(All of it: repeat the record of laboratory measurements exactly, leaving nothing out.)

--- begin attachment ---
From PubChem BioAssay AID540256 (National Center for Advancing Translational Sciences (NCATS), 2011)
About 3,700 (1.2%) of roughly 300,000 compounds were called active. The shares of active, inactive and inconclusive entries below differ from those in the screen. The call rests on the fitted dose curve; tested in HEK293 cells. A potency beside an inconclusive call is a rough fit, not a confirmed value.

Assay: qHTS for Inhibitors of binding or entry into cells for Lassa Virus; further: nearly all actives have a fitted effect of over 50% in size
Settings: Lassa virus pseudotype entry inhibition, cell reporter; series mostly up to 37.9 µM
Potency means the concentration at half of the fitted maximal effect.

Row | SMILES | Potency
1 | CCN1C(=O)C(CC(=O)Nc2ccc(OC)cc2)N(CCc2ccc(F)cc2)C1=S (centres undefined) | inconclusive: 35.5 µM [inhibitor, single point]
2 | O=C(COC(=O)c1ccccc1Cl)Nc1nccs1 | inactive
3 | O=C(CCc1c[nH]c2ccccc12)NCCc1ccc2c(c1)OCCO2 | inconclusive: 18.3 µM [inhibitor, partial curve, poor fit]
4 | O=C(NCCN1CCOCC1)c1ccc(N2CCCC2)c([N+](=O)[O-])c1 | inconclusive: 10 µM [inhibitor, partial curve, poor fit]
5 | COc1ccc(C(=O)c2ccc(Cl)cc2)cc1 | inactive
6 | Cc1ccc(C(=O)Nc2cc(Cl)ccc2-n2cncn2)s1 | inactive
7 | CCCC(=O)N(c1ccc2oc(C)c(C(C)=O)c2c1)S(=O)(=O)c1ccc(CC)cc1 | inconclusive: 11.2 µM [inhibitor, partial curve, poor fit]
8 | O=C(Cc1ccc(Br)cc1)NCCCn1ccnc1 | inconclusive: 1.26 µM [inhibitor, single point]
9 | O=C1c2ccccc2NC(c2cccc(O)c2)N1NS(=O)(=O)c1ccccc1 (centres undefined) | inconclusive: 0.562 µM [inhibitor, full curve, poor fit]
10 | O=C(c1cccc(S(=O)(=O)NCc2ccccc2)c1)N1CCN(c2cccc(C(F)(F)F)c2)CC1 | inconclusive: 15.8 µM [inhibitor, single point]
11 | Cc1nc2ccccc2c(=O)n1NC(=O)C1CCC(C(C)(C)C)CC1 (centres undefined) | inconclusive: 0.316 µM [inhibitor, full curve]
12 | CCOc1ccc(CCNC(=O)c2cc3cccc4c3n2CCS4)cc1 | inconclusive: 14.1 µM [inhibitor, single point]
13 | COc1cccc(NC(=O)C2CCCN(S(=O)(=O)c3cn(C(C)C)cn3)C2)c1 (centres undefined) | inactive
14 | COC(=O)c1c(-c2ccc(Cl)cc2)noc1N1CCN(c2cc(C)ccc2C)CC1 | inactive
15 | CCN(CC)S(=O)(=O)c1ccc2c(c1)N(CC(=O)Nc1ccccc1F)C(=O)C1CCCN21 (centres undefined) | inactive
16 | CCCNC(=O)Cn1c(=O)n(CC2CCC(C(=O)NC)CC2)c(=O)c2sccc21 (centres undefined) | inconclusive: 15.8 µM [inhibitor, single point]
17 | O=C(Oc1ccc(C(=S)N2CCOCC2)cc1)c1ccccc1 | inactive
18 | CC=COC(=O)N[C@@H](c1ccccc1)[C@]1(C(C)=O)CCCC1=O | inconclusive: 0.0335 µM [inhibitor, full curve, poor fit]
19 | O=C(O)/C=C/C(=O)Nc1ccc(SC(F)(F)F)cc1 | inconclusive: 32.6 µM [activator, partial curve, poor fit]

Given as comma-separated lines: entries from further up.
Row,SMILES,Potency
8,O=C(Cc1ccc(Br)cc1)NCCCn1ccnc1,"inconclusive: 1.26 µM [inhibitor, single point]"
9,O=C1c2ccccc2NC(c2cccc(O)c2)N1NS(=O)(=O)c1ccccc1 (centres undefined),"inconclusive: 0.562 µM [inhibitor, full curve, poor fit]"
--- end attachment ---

From PubChem BioAssay AID540256 (National Center for Advancing Translational Sciences (NCATS), 2011)
About 3,700 (1.2%) of roughly 300,000 compounds were called active. The shares of active, inactive and inconclusive entries below differ from those in the screen. The call rests on the fitted dose curve; tested in HEK293 cells. A potency beside an inconclusive call is a rough fit, not a confirmed value.

Assay: qHTS for Inhibitors of binding or entry into cells for Lassa Virus; further: nearly all actives have a fitted effect of over 50% in size
Settings: Lassa virus pseudotype entry inhibition, cell reporter; series mostly up to 37.9 µM
Potency means the concentration at half of the fitted maximal effect.

Row | SMILES | Potency
1 | CCN1C(=O)C(CC(=O)Nc2ccc(OC)cc2)N(CCc2ccc(F)cc2)C1=S (centres undefined) | inconclusive: 35.5 µM [inhibitor, single point]
2 | O=C(COC(=O)c1ccccc1Cl)Nc1nccs1 | inactive
3 | O=C(CCc1c[nH]c2ccccc12)NCCc1ccc2c(c1)OCCO2 | inconclusive: 18.3 µM [inhibitor, partial curve, poor fit]
4 | O=C(NCCN1CCOCC1)c1ccc(N2CCCC2)c([N+](=O)[O-])c1 | inconclusive: 10 µM [inhibitor, partial curve, poor fit]
5 | COc1ccc(C(=O)c2ccc(Cl)cc2)cc1 | inactive
6 | Cc1ccc(C(=O)Nc2cc(Cl)ccc2-n2cncn2)s1 | inactive
7 | CCCC(=O)N(c1ccc2oc(C)c(C(C)=O)c2c1)S(=O)(=O)c1ccc(CC)cc1 | inconclusive: 11.2 µM [inhibitor, partial curve, poor fit]
8 | O=C(Cc1ccc(Br)cc1)NCCCn1ccnc1 | inconclusive: 1.26 µM [inhibitor, single point]
9 | O=C1c2ccccc2NC(c2cccc(O)c2)N1NS(=O)(=O)c1ccccc1 (centres undefined) | inconclusive: 0.562 µM [inhibitor, full curve, poor fit]
10 | O=C(c1cccc(S(=O)(=O)NCc2ccccc2)c1)N1CCN(c2cccc(C(F)(F)F)c2)CC1 | inconclusive: 15.8 µM [inhibitor, single point]
11 | Cc1nc2ccccc2c(=O)n1NC(=O)C1CCC(C(C)(C)C)CC1 (centres undefined) | inconclusive: 0.316 µM [inhibitor, full curve]
12 | CCOc1ccc(CCNC(=O)c2cc3cccc4c3n2CCS4)cc1 | inconclusive: 14.1 µM [inhibitor, single point]
13 | COc1cccc(NC(=O)C2CCCN(S(=O)(=O)c3cn(C(C)C)cn3)C2)c1 (centres undefined) | inactive
14 | COC(=O)c1c(-c2ccc(Cl)cc2)noc1N1CCN(c2cc(C)ccc2C)CC1 | inactive
15 | CCN(CC)S(=O)(=O)c1ccc2c(c1)N(CC(=O)Nc1ccccc1F)C(=O)C1CCCN21 (centres undefined) | inactive
16 | CCCNC(=O)Cn1c(=O)n(CC2CCC(C(=O)NC)CC2)c(=O)c2sccc21 (centres undefined) | inconclusive: 15.8 µM [inhibitor, single point]
17 | O=C(Oc1ccc(C(=S)N2CCOCC2)cc1)c1ccccc1 | inactive
18 | CC=COC(=O)N[C@@H](c1ccccc1)[C@]1(C(C)=O)CCCC1=O | inconclusive: 0.0335 µM [inhibitor, full curve, poor fit]
19 | O=C(O)/C=C/C(=O)Nc1ccc(SC(F)(F)F)cc1 | inconclusive: 32.6 µM [activator, partial curve, poor fit]

Given as comma-separated lines: entries from further up.
Row,SMILES,Potency
8,O=C(Cc1ccc(Br)cc1)NCCCn1ccnc1,"inconclusive: 1.26 µM [inhibitor, single point]"
9,O=C1c2ccccc2NC(c2cccc(O)c2)N1NS(=O)(=O)c1ccccc1 (centres undefined),"inconclusive: 0.562 µM [inhibitor, full curve, poor fit]"